The character I play in Cuffs is a guy called Ryan Draper. He’s a single dad, a father of two. He’s got a daughter and a son. He has an army background, and he’s a very regimented guy. He’s very focused, very above board. He tries to do everything by the book. Anyone that puts so much energy into that sort of lifestyle has some cracks somewhere. Gradually over the series you get to understand what those cracks are, and what makes him tick. He’s one of those guys that finds it really hard to have fun, and to let himself go. Through meeting Jake, played by Jacob, he has to open up eventually because he’s put through some situations that I don’t think he’d usually find himself in.
This character is different to other characters I’ve played in the past. I’ve had the chance to playing some really cool, diverse characters, but mainly found myself playing a gangster or the bad boy. Being so above board with Ryan and sticking to the book all the time has been quite difficult for me, and very different. It’s something that I’m not used to. It’s been difficult at times staying on one side of the fence, and not having that freedom to be a bit more risky with him. But it’s been enjoyable, having to maintain it and be sensible.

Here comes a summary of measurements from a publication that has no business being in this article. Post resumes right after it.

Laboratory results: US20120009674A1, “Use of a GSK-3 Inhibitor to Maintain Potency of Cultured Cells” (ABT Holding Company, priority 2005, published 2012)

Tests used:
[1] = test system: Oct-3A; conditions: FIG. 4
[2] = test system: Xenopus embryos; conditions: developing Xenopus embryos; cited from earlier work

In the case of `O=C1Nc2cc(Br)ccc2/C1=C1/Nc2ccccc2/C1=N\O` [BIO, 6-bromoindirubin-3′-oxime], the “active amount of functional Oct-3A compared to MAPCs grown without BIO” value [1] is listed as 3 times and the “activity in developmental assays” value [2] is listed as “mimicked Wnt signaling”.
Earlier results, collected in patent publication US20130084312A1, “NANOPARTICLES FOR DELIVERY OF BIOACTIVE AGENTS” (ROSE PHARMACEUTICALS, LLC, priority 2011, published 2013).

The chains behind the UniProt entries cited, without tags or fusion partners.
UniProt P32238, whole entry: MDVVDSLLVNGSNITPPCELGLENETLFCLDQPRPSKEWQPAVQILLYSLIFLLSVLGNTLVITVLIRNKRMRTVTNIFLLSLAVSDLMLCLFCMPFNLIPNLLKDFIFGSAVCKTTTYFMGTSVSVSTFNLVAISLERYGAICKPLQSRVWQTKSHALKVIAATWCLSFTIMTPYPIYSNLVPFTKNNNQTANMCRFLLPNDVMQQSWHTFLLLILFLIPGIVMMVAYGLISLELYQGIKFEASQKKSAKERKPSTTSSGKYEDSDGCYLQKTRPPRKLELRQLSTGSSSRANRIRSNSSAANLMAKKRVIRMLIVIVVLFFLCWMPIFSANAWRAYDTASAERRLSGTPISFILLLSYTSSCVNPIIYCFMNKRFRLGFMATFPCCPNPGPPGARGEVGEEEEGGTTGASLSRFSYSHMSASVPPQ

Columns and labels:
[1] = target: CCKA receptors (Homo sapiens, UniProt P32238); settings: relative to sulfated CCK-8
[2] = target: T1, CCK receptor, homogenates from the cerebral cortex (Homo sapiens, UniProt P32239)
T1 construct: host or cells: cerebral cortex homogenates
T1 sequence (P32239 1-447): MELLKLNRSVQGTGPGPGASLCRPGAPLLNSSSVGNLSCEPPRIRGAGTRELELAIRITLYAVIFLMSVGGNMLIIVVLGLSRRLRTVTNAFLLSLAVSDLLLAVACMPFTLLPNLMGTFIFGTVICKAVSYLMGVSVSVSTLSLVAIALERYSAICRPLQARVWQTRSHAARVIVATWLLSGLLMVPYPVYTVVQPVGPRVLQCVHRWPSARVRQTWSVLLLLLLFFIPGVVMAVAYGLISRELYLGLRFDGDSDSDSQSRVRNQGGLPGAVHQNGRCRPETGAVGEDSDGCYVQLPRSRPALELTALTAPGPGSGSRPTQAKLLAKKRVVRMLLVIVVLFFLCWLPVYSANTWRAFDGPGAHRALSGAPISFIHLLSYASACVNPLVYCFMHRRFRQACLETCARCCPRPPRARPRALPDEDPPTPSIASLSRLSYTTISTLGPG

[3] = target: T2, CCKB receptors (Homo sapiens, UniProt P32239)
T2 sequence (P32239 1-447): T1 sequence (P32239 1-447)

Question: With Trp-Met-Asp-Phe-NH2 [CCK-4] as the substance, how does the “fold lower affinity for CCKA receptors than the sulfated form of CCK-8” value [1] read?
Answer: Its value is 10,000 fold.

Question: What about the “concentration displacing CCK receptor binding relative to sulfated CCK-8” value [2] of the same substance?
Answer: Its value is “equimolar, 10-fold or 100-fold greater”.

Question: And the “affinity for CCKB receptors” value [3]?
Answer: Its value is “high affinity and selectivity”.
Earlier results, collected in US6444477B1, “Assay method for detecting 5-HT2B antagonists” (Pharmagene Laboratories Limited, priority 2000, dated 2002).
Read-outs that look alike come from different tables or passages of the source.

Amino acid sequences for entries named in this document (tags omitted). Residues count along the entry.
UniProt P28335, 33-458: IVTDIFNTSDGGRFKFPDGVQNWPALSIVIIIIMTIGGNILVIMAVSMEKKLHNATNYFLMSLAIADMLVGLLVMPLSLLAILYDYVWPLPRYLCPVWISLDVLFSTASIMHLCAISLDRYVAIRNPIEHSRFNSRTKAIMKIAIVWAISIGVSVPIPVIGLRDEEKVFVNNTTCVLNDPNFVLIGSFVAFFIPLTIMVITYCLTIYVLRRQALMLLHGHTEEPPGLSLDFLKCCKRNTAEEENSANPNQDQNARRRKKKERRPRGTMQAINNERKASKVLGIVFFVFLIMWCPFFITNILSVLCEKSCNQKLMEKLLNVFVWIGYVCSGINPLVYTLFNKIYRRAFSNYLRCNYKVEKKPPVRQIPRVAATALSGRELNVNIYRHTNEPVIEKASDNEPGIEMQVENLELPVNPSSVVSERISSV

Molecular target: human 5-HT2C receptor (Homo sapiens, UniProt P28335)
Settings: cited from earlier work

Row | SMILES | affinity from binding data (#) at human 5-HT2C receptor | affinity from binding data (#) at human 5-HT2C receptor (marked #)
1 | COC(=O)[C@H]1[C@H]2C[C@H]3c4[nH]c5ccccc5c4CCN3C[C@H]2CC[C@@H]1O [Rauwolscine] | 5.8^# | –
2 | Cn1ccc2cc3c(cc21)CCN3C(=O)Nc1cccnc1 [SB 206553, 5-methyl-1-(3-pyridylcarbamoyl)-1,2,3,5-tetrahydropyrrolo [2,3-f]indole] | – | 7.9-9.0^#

The relationship between Ryan and Jake is not a weird one. Ryan is the police officer whom every new police officer that comes into the force goes under his wing for a certain period of time. He trains them when it comes to protocol, and what they should be doing. When he meets Jake, he meets someone that is quite laid back. Jake has come from a background of being quite privileged, and not having to have worked as hard as Ryan did. He resents that initially, but eventually finds that he’s a good person. As much as he wants to hate him for how fast he’s come through the system because of who his dad is, he has to respect him for his honour, his loyalty and how he gets the job done.